The Death of Capt. Alexander Hood, who Gloriously Fell in the Moment of Victory on the 21st April last
[HOOD] [COOK: SECOND VOYAGE] NORTHCOTE, J. (after)
Price: 5,850.00 AUD
London: Jeffryes & Co, Ludgate Hill, 1 October, 1798. Handcoloured mezzotint measuring 554 x 655 mm. (plate size). Splendid mezzotint depicting the dramatic death of Alexander Hood, a Royal Navy captain who served under Captain Cook in his early career. This appears to be the only published image of Hood, making it an unusual addition to the known gallery of Cook's men. Hood was assigned to the Resolution on 5 March 1772 as a 14 year-old midshipman, taking advantage of his prestigious family connections (he was the first cousin of admirals Lord Hood and Lord Bridport). Hood served under Cook with distinction; during the three year voyage he was nearly crushed by a falling arms chest during a storm in 1773 and was first to sight land in the Marquesas on 6 April 1774. Accordingly, Cook named Hood Island in his honour of his sharp eyed midshipman. Upon return Hood was appointed to service in North American waters where he was promoted captain in 1781 at the age of 23. Hood fought against Napoleonic France, and this mezzotint portrays the his final moments as captain of the British man-of-war Mars. On the evening of 21 April 1798 the Mars ambushed the French frigate Hercule off western Brittany while waiting for the tide to turn. Both vessels were equally matched with 74 guns, and due to the strength of the current the Hercule was unable to manoeuvre. After the exchange of preliminary broadsides the ships became entangled, and an unusually bloody fire fight ensued. The French lost 315 men killed or wounded before surrender while the Mars sustained lighter casualties. Hood was grievously wounded in the thigh and died of blood loss (a detail conspicuously absent in this romantic portrayal of the commander's final moments). He is here pictured receiving the sword of the French captain who likewise died of his wounds, while a lieutenant points to the lowering of the French colours by moonlight through an open window behind the scene. Very good condition.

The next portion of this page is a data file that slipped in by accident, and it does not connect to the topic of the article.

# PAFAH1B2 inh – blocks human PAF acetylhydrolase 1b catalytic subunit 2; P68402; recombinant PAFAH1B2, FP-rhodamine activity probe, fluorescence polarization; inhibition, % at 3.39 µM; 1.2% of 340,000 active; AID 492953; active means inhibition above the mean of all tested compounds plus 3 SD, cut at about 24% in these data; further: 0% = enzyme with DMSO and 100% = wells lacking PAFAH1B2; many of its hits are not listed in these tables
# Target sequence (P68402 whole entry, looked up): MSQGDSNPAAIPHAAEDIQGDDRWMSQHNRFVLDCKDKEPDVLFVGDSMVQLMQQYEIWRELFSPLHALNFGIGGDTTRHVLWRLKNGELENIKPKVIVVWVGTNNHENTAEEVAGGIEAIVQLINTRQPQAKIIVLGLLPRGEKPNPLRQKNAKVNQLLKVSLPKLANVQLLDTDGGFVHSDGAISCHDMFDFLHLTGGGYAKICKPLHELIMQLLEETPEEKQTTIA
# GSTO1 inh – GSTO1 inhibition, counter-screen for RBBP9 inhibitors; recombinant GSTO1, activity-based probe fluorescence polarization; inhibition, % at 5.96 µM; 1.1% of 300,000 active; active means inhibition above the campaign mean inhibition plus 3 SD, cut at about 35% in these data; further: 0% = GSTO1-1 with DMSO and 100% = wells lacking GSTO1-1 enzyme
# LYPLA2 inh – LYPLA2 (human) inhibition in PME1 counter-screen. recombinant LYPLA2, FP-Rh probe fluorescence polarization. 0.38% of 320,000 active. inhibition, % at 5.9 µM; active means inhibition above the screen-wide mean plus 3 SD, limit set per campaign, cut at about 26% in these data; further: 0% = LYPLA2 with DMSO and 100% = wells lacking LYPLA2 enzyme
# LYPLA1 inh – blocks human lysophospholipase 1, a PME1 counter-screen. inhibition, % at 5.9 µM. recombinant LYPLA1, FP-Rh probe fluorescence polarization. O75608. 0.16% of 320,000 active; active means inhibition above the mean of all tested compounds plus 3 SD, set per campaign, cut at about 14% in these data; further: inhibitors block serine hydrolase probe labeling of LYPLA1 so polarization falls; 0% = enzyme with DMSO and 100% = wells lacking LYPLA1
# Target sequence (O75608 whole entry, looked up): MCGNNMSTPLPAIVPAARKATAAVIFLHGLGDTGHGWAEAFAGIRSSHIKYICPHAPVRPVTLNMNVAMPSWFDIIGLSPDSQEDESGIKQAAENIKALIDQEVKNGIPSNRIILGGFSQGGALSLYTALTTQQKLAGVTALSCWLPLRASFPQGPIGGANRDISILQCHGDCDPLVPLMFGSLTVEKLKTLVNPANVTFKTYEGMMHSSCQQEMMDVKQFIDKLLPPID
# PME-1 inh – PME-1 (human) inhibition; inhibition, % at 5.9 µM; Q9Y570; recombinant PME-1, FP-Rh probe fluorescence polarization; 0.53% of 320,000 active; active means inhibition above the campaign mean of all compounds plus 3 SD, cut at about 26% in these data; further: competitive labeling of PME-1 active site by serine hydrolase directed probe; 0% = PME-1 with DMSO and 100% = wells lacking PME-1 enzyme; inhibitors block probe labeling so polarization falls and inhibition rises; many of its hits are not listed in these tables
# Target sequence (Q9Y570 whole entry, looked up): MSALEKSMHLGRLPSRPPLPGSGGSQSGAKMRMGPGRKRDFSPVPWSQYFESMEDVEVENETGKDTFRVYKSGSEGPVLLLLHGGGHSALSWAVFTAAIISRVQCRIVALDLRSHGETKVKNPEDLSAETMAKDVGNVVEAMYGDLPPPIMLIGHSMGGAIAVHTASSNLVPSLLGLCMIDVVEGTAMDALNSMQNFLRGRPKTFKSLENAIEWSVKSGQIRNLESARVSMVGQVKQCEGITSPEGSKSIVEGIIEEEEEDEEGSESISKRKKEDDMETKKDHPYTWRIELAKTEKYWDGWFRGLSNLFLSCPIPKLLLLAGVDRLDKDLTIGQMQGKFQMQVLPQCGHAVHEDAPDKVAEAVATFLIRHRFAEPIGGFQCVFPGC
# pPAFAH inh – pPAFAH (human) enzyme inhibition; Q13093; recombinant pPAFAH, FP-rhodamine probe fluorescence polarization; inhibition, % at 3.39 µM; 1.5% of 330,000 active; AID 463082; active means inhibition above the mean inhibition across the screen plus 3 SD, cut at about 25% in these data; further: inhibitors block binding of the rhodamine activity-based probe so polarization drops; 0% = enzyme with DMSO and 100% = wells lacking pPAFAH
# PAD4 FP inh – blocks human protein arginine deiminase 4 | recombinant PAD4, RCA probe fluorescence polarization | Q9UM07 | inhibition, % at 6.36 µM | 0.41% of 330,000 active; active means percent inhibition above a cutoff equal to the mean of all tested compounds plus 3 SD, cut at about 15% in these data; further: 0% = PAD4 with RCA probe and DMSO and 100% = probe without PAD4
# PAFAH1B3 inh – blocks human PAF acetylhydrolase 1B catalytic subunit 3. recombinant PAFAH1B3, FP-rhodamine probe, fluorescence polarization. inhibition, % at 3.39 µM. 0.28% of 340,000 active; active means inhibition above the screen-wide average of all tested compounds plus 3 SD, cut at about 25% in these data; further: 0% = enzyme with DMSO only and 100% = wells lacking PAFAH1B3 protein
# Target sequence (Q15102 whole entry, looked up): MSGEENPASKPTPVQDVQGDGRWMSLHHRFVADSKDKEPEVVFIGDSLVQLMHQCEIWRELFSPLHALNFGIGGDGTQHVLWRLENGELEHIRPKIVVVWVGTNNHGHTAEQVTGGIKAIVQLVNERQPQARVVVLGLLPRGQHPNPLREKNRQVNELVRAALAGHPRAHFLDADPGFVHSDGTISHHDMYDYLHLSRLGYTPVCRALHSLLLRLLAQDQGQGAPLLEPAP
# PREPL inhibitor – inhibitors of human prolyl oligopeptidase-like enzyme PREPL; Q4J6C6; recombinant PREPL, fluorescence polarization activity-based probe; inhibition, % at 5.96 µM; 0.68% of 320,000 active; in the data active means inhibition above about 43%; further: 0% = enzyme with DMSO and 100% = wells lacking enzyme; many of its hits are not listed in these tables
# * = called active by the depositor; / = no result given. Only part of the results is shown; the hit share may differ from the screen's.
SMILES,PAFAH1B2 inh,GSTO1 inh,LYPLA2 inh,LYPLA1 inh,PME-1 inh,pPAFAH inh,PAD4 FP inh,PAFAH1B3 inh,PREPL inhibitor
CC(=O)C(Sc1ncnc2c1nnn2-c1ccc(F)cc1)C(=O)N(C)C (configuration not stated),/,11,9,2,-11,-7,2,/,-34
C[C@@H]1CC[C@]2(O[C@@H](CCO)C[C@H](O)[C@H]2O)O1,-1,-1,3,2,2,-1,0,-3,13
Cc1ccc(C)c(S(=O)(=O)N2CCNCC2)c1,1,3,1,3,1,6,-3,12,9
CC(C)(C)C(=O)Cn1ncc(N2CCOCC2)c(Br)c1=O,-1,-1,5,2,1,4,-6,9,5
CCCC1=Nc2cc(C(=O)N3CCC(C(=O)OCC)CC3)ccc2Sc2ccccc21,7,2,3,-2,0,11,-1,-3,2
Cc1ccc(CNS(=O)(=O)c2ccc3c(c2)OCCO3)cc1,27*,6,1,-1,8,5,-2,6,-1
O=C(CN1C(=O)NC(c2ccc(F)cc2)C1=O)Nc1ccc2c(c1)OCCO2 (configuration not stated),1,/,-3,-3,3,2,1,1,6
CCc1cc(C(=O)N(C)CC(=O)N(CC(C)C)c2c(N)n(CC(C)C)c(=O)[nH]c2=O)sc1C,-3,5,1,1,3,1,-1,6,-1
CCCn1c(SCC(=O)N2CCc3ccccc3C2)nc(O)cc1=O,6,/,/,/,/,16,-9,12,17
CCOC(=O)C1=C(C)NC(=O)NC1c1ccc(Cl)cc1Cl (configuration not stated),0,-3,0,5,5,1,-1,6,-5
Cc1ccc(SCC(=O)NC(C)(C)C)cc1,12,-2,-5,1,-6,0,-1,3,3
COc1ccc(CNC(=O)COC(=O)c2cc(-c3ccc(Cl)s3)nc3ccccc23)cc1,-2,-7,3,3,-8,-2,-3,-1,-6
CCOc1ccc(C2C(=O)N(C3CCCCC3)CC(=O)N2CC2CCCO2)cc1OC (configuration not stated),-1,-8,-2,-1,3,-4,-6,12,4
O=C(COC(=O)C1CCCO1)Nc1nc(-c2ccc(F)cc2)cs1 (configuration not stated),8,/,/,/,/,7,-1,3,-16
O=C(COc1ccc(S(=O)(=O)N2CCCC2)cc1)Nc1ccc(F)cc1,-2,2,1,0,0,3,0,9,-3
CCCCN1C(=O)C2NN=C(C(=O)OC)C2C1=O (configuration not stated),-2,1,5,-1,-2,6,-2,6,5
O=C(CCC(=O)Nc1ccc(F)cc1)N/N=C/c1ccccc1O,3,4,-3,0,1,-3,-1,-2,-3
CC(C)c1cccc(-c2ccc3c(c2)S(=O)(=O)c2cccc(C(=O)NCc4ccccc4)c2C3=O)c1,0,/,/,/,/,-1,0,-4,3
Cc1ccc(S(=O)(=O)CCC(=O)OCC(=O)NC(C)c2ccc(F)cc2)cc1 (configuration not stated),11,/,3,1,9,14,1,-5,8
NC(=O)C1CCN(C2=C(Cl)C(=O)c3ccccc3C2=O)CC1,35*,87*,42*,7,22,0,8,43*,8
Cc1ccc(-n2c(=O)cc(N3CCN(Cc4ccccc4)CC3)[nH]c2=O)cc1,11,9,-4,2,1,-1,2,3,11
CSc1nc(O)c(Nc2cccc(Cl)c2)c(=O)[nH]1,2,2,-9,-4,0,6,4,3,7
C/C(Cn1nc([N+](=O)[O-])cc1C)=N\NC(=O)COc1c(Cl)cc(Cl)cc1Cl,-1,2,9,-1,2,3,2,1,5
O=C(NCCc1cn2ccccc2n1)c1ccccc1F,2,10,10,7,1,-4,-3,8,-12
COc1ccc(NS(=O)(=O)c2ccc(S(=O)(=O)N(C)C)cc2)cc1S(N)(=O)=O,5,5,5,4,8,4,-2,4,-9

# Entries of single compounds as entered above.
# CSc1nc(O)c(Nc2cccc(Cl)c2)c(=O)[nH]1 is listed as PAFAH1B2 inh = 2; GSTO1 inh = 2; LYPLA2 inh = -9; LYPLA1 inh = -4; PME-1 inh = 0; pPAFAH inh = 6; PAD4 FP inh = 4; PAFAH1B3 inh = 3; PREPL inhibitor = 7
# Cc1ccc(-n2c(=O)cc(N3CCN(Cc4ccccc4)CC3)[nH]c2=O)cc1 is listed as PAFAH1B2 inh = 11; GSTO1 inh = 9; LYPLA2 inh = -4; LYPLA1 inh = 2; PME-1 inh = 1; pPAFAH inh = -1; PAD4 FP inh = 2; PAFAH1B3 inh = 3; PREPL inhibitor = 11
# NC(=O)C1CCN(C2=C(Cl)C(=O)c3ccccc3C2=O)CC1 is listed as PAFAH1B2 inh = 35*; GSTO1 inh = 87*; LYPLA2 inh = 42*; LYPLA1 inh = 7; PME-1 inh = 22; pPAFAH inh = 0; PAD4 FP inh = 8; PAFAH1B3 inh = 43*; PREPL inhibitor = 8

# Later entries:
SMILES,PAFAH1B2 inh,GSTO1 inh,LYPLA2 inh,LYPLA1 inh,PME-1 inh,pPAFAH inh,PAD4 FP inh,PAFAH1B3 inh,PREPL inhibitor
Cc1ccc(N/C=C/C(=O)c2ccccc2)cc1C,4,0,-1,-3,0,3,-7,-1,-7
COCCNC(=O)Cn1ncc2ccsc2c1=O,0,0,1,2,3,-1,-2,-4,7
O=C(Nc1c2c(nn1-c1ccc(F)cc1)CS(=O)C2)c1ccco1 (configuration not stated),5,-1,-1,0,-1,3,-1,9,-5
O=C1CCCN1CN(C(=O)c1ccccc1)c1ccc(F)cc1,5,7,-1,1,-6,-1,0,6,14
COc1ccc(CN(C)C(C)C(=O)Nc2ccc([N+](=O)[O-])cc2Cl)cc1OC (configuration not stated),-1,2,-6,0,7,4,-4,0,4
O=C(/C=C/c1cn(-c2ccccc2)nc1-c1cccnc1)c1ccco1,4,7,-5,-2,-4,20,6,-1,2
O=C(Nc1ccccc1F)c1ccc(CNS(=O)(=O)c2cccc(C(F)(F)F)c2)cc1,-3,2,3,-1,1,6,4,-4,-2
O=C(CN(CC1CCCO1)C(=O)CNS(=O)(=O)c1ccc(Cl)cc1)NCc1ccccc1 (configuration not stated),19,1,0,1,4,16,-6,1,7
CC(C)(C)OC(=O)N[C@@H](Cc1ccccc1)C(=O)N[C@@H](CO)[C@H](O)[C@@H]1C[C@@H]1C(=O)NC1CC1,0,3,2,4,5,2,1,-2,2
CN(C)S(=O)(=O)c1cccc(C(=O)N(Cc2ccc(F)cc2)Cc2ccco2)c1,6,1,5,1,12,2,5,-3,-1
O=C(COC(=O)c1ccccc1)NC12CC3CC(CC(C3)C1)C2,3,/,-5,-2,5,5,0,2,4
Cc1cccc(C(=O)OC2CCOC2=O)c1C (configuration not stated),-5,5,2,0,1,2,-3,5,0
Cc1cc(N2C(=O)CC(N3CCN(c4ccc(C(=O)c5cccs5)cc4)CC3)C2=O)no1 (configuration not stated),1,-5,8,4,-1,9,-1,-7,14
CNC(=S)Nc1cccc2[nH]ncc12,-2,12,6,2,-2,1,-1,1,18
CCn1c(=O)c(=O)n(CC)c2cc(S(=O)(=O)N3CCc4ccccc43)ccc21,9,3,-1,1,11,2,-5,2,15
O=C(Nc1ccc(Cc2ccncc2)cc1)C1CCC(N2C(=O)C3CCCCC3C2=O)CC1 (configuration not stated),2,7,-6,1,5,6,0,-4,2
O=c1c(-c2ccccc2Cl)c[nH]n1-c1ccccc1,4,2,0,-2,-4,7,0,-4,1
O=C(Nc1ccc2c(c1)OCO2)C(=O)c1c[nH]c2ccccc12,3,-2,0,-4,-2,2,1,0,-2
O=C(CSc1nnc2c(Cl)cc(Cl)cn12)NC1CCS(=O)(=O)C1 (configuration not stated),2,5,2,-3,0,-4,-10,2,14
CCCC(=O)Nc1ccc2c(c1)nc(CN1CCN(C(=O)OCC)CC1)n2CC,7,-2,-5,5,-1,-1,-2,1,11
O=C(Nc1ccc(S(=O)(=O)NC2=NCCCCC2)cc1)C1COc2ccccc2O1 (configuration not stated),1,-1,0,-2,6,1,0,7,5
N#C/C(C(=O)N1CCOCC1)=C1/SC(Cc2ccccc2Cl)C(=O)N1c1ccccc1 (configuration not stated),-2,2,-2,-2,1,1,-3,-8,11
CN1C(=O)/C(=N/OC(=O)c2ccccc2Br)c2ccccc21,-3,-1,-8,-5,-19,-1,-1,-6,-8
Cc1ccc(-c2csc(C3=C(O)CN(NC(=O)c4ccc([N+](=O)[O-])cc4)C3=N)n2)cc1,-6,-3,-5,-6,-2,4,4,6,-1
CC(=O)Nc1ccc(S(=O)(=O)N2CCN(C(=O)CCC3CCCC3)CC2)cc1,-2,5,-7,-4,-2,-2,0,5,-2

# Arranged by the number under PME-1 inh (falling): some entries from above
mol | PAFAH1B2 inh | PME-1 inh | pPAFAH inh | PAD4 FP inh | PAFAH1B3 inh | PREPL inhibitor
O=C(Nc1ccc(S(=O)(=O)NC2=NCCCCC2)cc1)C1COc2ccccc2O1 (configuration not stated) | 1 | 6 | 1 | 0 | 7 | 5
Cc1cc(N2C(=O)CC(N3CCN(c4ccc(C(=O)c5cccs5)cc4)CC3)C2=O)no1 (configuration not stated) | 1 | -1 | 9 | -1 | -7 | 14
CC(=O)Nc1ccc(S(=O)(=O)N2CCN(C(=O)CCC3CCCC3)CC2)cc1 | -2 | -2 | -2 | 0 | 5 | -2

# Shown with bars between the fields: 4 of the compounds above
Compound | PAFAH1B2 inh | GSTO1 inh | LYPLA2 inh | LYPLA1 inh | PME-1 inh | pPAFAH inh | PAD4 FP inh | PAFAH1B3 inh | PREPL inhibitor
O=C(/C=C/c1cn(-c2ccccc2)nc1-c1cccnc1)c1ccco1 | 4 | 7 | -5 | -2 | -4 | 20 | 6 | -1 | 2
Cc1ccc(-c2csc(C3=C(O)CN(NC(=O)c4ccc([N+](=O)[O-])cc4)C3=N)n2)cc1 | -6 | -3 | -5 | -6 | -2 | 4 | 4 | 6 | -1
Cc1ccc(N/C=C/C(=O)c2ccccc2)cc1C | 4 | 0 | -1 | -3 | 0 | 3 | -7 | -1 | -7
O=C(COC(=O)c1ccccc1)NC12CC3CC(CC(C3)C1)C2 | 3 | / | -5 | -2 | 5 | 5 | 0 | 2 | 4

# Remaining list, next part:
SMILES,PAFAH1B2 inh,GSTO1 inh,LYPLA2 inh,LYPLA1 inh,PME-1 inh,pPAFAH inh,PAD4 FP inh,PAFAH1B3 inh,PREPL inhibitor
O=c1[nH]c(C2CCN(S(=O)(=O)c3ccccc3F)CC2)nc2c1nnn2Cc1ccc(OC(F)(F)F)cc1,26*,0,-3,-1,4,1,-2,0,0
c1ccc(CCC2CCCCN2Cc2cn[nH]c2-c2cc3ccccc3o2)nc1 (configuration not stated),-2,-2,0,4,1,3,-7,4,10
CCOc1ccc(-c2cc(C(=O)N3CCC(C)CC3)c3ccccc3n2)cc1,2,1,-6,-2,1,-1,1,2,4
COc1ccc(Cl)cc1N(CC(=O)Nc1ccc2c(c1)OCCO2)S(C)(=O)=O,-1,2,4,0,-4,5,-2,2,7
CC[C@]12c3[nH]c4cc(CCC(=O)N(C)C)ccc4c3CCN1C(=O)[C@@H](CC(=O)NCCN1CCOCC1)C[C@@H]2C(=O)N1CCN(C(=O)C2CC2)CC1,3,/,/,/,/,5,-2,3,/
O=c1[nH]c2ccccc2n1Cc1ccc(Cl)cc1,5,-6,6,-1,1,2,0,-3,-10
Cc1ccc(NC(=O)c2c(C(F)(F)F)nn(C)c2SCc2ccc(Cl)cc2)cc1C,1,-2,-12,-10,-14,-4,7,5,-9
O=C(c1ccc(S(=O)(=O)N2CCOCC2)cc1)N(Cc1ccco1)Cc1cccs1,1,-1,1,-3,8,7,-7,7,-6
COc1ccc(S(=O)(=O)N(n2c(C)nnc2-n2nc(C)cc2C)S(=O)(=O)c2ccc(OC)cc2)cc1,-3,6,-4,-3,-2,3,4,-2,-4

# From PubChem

- By This Author: [HOOD] [COOK: SECOND VOYAGE] NORTHCOTE, J. (after)
- By This Publisher: Jeffryes & Co, Ludgate Hill, 1 October